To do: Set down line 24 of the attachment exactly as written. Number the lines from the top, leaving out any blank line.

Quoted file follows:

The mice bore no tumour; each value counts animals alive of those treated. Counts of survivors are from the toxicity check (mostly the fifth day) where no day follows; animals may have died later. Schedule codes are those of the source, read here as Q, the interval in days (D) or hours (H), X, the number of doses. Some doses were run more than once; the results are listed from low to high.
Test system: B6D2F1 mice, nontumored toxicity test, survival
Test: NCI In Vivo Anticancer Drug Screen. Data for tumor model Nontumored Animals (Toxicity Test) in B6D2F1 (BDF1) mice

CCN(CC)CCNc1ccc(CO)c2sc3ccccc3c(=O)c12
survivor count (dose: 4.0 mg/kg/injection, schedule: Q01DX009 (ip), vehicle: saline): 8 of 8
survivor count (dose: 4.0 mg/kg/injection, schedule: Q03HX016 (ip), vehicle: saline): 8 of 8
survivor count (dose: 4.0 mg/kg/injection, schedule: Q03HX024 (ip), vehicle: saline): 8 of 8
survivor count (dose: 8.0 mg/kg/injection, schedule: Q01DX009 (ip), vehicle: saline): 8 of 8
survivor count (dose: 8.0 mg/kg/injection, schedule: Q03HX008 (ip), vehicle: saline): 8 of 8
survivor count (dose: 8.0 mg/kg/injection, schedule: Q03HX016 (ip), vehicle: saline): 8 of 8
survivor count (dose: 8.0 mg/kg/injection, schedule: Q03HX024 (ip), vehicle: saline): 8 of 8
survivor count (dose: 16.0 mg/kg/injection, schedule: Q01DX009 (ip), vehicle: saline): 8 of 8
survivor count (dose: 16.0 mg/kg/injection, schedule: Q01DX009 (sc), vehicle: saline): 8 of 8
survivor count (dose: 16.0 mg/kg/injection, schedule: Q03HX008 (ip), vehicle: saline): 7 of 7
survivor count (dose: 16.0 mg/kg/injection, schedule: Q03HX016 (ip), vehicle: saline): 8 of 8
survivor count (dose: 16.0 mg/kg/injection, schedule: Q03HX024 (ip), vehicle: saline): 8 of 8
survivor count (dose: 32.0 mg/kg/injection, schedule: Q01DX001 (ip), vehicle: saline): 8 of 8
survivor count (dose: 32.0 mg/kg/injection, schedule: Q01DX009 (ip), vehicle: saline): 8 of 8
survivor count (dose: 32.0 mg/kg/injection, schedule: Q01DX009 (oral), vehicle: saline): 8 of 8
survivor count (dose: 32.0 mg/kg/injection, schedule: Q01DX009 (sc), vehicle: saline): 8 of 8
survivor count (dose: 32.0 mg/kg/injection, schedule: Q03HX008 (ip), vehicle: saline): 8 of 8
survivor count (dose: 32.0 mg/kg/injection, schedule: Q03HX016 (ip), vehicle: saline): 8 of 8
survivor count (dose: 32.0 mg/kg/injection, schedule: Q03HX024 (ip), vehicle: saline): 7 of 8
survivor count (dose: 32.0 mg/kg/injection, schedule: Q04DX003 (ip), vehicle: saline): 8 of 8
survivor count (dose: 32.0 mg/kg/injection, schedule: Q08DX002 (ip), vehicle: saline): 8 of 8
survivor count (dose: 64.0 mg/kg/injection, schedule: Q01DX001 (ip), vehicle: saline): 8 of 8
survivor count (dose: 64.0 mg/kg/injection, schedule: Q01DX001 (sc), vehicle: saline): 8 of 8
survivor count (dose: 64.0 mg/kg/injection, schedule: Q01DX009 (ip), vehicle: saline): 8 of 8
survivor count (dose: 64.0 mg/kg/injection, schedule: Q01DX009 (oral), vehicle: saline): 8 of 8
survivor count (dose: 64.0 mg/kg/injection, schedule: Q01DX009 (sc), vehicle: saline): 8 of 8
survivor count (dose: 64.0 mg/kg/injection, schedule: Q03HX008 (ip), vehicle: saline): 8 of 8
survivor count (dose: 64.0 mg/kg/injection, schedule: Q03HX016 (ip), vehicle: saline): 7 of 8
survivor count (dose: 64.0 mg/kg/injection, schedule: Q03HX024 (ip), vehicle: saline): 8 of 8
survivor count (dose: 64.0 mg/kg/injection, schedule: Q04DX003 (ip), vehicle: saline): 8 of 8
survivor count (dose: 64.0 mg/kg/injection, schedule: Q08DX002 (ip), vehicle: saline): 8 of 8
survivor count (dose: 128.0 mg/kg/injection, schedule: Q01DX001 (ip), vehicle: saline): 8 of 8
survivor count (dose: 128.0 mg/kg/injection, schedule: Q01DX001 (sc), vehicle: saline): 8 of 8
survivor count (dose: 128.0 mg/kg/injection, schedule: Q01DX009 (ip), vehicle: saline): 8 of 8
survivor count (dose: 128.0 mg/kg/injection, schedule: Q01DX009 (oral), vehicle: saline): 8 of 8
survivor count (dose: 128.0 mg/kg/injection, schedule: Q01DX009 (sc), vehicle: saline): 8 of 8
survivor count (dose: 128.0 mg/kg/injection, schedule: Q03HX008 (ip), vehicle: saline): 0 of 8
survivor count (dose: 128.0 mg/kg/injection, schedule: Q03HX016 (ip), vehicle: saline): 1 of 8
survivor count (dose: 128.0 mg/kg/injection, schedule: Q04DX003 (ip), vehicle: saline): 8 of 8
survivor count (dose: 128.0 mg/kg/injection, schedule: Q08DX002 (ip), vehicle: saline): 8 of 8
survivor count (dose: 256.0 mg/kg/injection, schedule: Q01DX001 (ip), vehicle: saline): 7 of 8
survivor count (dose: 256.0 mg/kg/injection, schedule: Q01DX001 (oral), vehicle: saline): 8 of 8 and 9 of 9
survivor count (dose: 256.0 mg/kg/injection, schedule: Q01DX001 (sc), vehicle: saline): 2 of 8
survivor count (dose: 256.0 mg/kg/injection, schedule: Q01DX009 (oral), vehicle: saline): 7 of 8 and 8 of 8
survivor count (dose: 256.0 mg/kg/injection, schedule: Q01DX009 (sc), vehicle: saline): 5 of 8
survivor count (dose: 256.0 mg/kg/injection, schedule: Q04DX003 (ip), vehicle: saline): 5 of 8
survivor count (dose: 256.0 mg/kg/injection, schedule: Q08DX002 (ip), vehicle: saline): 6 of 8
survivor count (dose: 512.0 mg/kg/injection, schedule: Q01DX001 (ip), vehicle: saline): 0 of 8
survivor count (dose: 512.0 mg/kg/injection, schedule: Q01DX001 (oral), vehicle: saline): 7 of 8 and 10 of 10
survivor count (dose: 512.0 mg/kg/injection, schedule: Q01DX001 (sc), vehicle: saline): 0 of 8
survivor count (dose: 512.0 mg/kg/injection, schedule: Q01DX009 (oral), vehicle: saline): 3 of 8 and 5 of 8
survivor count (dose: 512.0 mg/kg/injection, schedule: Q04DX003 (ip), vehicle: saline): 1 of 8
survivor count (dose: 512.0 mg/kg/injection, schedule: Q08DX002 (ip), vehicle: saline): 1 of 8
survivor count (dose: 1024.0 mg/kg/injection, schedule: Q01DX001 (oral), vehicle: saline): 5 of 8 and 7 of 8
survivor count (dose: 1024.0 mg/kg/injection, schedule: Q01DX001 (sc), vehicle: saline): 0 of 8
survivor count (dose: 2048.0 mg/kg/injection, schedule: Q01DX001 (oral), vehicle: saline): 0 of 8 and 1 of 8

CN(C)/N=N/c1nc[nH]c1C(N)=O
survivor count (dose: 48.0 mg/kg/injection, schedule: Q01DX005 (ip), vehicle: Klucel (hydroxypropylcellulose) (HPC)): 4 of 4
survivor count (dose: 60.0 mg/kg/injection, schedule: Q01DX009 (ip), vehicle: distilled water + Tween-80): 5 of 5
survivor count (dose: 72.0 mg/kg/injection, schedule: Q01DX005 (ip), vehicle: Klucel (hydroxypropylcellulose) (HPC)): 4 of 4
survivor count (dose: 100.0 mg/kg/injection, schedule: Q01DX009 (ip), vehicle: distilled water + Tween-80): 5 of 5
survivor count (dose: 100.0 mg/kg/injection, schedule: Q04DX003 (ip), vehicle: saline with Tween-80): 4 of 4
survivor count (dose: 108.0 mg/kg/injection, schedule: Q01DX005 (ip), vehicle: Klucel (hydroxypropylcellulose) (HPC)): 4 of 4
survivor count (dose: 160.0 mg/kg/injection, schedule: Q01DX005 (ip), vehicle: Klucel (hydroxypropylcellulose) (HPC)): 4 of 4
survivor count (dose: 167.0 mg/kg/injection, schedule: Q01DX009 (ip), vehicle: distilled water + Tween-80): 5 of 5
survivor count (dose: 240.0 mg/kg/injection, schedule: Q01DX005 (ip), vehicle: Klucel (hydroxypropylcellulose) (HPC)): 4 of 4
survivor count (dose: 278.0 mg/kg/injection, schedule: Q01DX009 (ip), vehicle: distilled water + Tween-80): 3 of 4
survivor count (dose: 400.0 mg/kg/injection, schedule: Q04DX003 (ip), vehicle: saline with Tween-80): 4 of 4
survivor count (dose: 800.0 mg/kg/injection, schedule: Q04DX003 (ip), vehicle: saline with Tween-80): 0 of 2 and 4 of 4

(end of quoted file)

survivor count (dose: 32.0 mg/kg/injection, schedule: Q04DX003 (ip), vehicle: saline): 8 of 8